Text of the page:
New York lawmakers want more hurricane relief funds to go to small businesses.
Members of the U.S. House Committee on Small Business wrote to the U.S. Small Business Administration this week, calling for a greater share of Hurricane Sandy-related federal contracts.
Rep. Nydia Velazquez (D-Ridgewood), the ranking Democrat on the committee, said the federal government is not doing enough to help smaller firms recover from the October storm.
“Employing locally owned, small businesses for Sandy recovery projects creates a win-win situation,” she said. “Not only will these firms perform quality work, but when they receive federal contracts, they hire from within the community, helping reinvigorate our local economies.”
In a letter to the SBA, Velazquez, along with Rep. Grace Meng (D-Bayside) said federal law calls for agencies to channel 23 percent of rebuilding contracts to small firms, but currently only 15 percent of Sandy-related contracts have gone to these badly in-need businesses.
In addition to goals for small firms, federal law includes a number of targets for other disadvantaged businesses, such as those owned by women, veterans and minorities. But Velazquez and Meng said that to date, those businesses are also not receiving their share of Sandy-related recovery projects.
Last month, the SBA pledged greater access to federal contracting opportunities for women-owned small businesses as a result of an SBA federal contract program.
“Small businesses from across New York were devastated by the wrath of Hurricane Sandy, and ensuring that they fully recover remains a top priority of mine in Congress,” Meng said. “Small businesses are the backbone of our economy and our region’s prosperity is dependent on their success. I urge the SBA to do everything in its power to get small businesses back up to speed, and making certain that they receive a greater share of Sandy-related contracts would be a major shot in the arm towards accomplishing that critical goal.”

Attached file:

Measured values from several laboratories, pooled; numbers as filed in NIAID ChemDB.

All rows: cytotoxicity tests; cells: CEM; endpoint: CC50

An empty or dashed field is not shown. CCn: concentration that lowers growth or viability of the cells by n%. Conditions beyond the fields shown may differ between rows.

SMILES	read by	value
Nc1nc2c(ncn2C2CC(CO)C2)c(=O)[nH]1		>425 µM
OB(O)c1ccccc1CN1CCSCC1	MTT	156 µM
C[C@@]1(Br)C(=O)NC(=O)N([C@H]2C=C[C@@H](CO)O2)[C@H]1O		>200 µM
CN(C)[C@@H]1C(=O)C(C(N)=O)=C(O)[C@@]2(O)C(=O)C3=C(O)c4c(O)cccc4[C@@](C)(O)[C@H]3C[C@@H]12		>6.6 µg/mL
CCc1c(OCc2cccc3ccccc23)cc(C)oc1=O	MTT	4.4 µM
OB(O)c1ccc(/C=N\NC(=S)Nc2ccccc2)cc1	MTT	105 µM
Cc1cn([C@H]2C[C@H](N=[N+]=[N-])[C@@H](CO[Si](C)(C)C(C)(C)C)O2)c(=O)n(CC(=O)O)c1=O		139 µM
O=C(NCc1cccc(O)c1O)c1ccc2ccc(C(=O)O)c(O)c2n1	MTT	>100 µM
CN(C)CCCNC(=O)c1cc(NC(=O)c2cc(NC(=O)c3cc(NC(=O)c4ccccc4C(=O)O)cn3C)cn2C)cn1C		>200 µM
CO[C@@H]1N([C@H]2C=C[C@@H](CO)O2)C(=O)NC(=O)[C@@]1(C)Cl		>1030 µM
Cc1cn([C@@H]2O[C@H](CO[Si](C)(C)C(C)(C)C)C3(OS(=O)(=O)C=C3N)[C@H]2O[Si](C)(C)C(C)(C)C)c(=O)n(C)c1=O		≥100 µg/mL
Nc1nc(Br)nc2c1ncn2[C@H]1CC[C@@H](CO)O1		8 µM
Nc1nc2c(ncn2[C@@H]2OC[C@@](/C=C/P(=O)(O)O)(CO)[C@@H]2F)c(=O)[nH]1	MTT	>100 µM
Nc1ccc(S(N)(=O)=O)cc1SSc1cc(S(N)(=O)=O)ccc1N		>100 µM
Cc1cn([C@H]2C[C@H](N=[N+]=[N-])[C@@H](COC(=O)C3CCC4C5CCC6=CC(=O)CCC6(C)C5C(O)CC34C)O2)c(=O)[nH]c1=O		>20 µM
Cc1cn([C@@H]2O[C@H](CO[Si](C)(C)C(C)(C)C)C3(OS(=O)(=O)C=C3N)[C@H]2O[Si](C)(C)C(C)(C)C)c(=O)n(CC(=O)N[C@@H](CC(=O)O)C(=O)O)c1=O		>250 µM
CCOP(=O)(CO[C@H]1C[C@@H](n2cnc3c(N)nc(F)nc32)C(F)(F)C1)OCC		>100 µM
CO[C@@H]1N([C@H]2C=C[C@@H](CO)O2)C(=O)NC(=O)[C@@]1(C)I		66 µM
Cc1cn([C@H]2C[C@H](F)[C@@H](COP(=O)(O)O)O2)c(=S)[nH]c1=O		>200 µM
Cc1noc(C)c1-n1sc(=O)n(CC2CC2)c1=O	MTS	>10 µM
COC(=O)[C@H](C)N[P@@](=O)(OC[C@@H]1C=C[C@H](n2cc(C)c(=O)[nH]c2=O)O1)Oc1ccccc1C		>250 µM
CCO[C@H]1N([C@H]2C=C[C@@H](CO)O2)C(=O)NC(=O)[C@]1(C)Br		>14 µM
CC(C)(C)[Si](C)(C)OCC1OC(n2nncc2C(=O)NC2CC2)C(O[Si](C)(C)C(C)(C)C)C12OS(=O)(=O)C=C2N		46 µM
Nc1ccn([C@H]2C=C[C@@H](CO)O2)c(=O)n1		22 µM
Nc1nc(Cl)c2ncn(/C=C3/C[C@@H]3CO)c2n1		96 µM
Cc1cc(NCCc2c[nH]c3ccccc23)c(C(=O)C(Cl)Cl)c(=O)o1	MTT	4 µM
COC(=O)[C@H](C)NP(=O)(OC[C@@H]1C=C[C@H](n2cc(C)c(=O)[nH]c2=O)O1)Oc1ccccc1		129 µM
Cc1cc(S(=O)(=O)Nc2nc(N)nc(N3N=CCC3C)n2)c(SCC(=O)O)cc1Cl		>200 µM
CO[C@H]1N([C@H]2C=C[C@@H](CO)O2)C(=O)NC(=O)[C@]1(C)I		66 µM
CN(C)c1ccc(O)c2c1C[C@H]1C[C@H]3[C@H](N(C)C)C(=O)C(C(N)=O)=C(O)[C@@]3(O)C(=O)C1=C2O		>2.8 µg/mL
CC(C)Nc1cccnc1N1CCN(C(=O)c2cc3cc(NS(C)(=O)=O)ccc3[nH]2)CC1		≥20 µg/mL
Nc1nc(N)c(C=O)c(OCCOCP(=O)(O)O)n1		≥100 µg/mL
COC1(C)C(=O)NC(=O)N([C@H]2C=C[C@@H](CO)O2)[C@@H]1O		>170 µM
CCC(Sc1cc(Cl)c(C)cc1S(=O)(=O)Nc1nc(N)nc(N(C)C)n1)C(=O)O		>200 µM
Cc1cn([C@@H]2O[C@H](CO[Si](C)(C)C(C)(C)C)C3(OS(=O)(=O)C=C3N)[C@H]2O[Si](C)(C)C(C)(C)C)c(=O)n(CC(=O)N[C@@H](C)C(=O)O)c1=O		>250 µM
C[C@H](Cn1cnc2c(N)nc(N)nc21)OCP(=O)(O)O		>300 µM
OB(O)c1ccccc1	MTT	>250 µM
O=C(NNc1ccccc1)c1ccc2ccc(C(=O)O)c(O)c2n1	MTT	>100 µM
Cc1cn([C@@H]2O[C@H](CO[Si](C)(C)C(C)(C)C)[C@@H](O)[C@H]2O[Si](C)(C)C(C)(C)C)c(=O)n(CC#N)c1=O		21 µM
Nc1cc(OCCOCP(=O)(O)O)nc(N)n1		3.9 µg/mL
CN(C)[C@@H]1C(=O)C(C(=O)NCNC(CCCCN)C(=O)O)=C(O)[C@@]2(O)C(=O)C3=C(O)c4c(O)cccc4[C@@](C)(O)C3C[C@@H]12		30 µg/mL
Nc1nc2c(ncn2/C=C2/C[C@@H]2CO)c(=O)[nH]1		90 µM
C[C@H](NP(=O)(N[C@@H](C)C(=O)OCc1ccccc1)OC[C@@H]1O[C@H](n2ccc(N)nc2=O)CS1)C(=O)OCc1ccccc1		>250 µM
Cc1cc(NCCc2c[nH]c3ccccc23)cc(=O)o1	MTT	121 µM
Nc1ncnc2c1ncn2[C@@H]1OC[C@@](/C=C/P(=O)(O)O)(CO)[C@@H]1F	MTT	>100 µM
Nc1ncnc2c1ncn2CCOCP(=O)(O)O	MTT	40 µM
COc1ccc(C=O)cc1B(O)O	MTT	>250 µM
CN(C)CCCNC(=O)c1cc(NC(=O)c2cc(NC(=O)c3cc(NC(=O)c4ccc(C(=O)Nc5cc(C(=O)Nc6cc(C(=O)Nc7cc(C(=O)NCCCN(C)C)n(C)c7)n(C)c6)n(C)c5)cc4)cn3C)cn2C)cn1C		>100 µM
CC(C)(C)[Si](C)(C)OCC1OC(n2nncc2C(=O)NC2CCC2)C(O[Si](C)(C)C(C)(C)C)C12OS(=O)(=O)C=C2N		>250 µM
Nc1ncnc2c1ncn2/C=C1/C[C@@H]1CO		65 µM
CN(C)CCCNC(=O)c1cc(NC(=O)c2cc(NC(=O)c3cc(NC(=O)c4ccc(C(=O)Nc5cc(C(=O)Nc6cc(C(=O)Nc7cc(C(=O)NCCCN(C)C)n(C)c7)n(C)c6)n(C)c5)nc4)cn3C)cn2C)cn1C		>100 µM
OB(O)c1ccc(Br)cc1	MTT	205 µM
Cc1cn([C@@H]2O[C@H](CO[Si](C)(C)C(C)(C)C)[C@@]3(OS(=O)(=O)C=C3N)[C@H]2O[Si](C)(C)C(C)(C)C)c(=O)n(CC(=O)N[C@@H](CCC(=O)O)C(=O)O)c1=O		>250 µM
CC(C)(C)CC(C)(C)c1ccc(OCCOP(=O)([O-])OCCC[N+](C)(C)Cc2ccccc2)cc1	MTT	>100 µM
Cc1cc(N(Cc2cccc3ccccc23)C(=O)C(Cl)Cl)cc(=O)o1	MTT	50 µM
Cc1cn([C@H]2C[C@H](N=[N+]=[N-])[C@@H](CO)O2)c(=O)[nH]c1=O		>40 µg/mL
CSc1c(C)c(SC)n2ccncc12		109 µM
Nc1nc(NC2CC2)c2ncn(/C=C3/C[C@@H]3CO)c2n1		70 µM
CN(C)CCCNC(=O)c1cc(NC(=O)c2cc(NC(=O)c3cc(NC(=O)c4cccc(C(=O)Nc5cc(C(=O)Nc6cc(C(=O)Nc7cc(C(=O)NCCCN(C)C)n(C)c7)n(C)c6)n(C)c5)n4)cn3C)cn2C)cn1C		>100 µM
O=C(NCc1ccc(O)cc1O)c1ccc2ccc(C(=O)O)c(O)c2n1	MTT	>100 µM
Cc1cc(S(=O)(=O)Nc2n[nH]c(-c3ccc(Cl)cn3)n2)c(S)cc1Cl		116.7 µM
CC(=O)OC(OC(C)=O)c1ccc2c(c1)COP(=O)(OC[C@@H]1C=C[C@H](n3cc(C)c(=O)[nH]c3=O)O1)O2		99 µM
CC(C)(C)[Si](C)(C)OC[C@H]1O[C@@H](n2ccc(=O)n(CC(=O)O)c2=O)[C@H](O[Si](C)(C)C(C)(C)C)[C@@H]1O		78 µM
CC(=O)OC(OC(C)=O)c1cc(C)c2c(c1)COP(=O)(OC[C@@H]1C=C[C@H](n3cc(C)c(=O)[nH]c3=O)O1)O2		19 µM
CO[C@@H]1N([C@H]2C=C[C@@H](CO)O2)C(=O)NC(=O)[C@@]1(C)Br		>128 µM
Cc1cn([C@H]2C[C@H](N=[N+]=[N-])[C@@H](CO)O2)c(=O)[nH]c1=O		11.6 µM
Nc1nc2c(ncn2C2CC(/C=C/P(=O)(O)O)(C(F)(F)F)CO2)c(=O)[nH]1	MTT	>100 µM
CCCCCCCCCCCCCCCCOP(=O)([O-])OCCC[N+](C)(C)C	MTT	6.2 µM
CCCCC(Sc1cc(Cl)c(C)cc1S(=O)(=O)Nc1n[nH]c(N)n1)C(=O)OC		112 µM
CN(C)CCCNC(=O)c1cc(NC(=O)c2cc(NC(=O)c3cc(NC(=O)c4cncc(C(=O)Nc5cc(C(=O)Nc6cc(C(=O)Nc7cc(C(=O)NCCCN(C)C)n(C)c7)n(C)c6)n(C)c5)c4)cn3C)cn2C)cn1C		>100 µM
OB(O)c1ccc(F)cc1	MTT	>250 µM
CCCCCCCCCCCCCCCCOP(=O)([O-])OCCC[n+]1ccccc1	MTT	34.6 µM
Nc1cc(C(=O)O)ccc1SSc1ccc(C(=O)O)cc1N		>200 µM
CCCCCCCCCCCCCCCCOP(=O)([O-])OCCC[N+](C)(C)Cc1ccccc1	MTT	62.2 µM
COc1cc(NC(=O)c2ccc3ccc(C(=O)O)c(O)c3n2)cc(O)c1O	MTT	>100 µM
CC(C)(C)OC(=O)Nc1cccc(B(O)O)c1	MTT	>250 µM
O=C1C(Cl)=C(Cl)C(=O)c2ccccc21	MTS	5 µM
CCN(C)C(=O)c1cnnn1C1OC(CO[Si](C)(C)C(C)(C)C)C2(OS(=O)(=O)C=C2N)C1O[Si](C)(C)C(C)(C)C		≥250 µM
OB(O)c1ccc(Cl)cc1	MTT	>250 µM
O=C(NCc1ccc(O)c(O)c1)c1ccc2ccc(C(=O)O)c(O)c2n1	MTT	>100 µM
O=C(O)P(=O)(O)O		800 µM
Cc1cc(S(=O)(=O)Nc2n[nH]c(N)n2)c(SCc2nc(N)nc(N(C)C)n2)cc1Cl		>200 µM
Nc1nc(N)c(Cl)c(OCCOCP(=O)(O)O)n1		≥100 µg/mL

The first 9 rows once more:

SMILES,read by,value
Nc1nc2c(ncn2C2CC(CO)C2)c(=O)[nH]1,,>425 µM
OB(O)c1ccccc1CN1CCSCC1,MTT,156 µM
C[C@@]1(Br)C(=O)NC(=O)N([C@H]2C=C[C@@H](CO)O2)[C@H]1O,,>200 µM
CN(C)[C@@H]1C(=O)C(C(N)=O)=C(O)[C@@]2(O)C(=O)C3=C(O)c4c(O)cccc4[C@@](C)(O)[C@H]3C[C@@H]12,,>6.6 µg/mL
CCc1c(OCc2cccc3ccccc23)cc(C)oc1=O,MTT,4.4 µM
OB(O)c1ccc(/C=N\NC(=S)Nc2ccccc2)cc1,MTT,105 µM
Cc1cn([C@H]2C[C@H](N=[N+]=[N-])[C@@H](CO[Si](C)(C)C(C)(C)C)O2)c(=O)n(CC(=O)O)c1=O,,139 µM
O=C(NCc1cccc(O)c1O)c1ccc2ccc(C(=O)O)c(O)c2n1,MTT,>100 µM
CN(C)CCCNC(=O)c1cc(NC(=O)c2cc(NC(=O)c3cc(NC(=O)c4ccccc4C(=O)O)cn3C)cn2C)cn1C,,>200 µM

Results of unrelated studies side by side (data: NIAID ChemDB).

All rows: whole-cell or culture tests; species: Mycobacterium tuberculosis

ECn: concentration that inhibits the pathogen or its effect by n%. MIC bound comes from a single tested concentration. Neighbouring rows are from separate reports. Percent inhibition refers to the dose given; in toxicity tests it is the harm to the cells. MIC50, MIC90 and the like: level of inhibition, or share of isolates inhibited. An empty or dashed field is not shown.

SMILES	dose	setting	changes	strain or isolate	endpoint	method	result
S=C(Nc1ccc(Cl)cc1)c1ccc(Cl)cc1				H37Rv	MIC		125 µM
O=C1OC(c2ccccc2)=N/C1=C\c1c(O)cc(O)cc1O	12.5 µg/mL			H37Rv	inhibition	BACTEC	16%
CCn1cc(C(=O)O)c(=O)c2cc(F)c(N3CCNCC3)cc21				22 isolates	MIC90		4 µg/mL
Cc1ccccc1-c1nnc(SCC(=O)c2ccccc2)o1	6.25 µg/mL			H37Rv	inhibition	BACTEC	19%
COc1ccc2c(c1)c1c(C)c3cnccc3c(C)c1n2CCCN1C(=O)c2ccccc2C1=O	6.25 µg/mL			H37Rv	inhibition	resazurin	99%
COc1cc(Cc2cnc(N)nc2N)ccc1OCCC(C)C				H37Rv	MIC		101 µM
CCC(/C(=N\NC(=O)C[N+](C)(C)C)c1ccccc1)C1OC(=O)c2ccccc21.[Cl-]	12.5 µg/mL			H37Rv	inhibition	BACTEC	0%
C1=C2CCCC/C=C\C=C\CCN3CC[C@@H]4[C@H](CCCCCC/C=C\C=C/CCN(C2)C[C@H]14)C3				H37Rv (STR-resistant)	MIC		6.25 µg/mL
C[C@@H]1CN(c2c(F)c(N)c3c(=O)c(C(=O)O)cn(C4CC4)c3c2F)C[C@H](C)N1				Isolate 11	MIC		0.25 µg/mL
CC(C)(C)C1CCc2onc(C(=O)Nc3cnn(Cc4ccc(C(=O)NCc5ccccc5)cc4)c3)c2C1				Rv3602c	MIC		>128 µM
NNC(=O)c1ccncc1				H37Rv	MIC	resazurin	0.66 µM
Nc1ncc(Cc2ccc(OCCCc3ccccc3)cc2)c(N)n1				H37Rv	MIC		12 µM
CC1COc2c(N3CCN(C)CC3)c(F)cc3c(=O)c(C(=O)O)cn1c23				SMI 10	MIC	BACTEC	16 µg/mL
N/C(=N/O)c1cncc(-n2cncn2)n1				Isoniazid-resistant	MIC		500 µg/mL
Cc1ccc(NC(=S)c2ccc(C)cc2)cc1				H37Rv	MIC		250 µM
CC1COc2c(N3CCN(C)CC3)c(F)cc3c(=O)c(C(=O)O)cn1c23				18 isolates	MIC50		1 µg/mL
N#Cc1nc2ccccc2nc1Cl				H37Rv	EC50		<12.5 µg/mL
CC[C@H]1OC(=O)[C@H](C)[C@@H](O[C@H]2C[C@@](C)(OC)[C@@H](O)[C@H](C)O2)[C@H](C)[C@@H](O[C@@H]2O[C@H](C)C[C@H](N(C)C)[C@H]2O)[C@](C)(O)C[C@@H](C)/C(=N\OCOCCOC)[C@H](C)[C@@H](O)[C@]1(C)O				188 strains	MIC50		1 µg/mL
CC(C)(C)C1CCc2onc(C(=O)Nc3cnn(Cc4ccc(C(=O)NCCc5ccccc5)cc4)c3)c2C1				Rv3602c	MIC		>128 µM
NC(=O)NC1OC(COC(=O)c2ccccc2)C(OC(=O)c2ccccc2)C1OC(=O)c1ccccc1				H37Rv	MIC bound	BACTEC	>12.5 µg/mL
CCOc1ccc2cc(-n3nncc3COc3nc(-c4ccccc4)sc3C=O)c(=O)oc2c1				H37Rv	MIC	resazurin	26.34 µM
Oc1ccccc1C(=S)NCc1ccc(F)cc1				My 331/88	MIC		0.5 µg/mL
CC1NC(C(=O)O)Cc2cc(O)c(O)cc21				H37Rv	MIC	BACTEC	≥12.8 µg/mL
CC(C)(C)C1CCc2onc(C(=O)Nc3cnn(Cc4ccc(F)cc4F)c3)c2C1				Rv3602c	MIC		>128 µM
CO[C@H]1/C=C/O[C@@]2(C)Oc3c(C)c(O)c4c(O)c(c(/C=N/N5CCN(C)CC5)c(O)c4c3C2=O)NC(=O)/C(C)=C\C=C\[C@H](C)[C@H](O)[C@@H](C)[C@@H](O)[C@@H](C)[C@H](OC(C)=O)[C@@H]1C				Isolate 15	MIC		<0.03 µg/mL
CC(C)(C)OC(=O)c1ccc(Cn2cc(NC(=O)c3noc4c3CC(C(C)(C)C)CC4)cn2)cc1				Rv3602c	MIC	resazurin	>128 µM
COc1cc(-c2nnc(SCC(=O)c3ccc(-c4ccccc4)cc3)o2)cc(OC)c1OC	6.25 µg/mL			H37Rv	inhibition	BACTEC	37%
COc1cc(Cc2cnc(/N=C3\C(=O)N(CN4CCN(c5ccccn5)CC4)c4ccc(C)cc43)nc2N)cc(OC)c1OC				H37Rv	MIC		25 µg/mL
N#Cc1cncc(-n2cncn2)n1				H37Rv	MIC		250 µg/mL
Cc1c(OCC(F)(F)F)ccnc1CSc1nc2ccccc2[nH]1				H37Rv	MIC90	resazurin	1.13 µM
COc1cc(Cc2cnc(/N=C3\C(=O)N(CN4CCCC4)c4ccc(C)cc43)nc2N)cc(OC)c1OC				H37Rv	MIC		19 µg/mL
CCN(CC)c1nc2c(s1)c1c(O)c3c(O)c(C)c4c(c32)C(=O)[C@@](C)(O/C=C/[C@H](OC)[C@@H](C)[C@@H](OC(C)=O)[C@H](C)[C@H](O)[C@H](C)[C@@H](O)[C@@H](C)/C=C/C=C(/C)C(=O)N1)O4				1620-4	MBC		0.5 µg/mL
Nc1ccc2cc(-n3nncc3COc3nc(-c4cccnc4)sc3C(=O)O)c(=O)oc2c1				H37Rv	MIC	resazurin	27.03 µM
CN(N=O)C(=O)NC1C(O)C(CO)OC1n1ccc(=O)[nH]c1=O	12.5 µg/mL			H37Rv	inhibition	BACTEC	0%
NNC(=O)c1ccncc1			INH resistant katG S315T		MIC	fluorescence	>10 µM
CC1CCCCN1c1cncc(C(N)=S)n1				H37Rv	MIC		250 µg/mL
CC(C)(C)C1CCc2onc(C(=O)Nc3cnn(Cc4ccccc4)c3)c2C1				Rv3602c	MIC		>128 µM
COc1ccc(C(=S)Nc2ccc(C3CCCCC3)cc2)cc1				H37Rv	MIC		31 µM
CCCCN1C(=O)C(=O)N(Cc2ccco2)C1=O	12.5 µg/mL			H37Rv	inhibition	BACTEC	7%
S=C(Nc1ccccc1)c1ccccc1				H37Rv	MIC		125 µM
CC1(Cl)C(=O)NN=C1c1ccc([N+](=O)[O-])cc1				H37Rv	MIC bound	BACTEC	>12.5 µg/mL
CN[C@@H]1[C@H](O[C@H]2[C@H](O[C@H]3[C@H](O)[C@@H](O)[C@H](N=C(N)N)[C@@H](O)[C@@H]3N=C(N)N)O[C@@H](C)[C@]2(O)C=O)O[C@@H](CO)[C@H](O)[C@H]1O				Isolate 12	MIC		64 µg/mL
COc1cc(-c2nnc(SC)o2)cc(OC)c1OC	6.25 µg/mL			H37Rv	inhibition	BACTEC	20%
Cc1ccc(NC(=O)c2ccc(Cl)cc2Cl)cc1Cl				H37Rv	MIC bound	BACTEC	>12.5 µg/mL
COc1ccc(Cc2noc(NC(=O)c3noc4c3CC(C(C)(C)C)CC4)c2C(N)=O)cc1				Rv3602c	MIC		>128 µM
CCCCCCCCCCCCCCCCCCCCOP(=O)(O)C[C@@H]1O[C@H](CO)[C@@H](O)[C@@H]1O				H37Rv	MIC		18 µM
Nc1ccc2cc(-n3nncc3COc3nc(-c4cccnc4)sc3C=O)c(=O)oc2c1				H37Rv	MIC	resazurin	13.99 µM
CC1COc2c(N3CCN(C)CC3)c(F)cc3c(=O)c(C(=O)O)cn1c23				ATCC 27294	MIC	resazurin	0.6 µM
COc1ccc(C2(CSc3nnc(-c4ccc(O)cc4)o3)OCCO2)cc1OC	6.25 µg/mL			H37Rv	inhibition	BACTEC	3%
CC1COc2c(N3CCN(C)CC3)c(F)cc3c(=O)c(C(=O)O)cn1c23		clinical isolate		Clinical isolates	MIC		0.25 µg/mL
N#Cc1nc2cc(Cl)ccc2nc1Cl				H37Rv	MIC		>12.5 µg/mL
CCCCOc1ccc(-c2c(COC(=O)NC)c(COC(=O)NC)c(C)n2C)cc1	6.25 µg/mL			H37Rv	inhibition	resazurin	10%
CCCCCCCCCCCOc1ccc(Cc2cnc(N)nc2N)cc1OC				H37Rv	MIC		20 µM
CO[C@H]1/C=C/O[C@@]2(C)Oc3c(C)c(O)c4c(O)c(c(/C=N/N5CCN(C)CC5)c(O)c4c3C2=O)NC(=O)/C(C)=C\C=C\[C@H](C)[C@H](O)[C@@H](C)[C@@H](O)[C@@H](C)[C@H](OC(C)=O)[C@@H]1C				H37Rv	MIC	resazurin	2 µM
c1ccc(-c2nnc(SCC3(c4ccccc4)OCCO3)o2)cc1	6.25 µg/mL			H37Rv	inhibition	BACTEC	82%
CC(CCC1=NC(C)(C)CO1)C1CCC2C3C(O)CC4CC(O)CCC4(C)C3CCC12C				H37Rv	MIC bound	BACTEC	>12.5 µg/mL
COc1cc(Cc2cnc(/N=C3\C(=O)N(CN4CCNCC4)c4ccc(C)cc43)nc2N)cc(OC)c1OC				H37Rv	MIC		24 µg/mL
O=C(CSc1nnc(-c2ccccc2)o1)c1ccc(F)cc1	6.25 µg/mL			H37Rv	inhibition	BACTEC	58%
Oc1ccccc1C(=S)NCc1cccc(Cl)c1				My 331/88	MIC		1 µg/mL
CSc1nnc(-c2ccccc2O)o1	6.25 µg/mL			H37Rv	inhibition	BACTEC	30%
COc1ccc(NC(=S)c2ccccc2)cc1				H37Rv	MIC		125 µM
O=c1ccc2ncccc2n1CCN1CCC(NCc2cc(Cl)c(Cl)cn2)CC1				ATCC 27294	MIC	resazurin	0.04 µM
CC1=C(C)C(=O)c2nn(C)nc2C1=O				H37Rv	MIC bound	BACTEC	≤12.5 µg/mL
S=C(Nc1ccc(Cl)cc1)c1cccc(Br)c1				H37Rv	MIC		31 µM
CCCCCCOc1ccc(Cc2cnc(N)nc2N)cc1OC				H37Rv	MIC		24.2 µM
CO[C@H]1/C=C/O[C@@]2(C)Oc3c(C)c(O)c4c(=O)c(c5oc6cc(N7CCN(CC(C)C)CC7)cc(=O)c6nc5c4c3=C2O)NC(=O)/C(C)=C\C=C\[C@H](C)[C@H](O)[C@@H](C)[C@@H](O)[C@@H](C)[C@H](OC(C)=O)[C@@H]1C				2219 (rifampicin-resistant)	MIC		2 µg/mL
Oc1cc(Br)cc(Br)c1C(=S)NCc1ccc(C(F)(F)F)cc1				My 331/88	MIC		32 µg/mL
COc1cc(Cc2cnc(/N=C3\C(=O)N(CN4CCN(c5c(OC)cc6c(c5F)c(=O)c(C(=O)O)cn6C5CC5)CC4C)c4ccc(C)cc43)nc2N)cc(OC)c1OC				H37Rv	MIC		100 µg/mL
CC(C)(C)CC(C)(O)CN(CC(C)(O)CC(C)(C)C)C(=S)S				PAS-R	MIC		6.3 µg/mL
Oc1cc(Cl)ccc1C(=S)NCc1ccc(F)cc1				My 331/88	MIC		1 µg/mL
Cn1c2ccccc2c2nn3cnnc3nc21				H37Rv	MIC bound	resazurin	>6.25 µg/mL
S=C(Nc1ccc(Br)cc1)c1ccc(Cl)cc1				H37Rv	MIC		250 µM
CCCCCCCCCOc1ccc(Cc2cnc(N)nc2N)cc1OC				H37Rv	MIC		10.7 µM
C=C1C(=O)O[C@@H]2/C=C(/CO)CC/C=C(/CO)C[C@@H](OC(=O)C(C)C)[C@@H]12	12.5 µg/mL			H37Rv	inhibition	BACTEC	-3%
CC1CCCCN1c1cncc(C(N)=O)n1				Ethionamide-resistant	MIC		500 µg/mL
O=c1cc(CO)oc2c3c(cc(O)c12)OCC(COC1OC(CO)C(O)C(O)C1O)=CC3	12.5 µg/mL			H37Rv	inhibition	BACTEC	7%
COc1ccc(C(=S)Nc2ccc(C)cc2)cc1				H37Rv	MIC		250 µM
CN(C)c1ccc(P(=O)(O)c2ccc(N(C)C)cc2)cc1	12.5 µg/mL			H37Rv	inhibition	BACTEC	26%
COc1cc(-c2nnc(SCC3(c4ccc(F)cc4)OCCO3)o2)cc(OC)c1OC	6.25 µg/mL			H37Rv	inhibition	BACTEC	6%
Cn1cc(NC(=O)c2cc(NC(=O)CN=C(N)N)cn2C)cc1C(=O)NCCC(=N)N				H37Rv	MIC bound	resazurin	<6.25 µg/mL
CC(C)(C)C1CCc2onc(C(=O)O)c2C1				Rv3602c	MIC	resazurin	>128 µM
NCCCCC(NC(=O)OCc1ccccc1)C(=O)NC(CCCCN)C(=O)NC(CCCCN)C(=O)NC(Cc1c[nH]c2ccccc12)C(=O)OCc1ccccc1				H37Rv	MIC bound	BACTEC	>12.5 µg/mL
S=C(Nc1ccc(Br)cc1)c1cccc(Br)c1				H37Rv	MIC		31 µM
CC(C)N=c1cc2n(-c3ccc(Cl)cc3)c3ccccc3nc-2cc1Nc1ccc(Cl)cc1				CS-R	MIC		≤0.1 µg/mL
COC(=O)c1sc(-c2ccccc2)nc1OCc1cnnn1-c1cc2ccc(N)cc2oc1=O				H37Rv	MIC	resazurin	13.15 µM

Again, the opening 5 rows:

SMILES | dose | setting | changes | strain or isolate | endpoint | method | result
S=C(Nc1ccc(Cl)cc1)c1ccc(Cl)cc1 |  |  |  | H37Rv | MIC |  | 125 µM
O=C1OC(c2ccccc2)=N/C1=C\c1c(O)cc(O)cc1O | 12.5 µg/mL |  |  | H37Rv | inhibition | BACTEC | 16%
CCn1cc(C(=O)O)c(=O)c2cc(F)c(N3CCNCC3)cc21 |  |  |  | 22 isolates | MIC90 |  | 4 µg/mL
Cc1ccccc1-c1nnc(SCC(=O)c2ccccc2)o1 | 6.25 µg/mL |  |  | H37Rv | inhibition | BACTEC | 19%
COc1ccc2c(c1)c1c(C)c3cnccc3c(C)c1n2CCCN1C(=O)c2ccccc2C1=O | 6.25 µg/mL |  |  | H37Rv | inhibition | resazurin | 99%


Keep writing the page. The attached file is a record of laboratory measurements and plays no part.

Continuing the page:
Last week Congress approved and President Barack Obama signed into law a $50.5 billion aid package for states affected by Hurricane Sandy. This legislation includes funding for construction and infrastructure projects, many of which Velazquez said are well-suited for small business participation.
“With President Obama’s enactment of the $50.5 billion Sandy assistance package last week, we have to redouble our efforts to make sure that small firms are at the center of these efforts and not an afterthought,” she said. “This means increasing outreach to local small businesses, enforcing subcontracting requirements and using all of the tools available to channel more contracts to New York City’s small firms.”
In the three months since Sandy hit the Northeast last October, the SBA has approved more than $1.1 billion in disaster loans to 16,800 residents and businesses in the federally declared states affected by the storm.
Reach reporter Steve Mosco by e-mail at email@example.com or by phone at 718-260-4546.
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